How do tsunamis form?
Here’s how one of Earth’s most destructive forces come to be, in five steps.
A tsunami begins far offshore, with an earthquake, volcanic eruption or landslide. The sudden movement on the seabed displaces the water above it. Although the vertical movement may initially be less than a metre, it covers a large area and the total volume of water displaced is huge.
In deep water, the wave spreads out rapidly. The wave may only be 30cm high at this point and hard to spot, but it travels at more than 800km per hour. Unlike normal, wind-driven waves, which are spaced about 100m apart, there can be up to 200km between successive tsunami wave crests.
Each wave has a peak and a trough, and sometimes the trough of a tsunami reaches land before the peak. This causes a drawback where the tide seems to go out hundreds of metres further than usual. This drawback lasts for about six minutes before the peak reaches shore, and can catch people out.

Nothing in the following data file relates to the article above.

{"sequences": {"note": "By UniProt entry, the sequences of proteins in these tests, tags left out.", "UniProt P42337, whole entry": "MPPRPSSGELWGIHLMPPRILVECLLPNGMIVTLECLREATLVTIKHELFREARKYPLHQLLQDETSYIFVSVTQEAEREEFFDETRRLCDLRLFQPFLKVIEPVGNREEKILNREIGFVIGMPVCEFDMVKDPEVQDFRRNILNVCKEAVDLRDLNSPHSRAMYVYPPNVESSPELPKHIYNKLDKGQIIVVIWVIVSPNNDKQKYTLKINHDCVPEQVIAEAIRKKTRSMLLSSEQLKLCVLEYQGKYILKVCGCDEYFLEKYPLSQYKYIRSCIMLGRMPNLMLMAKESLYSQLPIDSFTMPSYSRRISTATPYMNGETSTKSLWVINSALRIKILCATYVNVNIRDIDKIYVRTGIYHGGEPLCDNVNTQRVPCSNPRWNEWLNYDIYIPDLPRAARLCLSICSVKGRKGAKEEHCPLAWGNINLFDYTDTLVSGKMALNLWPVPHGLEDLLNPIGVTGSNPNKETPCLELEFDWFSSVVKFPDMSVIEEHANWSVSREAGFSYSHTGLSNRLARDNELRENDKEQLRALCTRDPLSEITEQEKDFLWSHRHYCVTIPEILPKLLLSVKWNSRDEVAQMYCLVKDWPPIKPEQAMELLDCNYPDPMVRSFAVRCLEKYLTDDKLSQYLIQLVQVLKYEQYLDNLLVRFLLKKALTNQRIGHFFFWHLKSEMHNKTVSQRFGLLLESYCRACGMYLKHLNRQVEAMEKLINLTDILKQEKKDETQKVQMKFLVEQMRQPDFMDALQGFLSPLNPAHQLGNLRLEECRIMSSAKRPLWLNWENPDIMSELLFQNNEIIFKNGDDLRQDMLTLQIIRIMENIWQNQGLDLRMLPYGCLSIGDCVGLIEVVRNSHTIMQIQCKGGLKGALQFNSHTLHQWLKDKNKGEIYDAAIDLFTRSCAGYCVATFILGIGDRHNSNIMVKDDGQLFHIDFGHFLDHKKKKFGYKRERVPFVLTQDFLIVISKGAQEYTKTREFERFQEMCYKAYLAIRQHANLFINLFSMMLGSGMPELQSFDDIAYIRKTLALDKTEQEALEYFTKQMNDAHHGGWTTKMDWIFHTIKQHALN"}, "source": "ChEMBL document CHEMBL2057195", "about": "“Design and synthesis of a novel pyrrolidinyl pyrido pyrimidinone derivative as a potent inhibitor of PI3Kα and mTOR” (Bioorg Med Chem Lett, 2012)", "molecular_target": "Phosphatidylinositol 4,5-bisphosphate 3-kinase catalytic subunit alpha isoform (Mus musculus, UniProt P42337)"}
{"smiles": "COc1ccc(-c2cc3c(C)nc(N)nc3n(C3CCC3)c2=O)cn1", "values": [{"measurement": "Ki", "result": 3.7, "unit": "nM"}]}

As the wave crest reaches shallower water, friction with the seabed causes it to slow down. The faster water arriving behind it piles in and pushes the wave crest much higher. The wave height will continue to increase over the next six minutes.
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Most tsunamis do not have a breaking wave crest, instead they resemble a fast incoming tide. This can push incredible volumes of water up to a kilometre inland, sweeping up people, trees, cars and small buildings in their path. In the next drawback, people and objects can get swept out to sea.
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Luis trained as a zoologist, but now works as a science and technology educator. In his spare time he builds 3D-printed robots, in the hope that he will be spared when the revolution inevitably comes.
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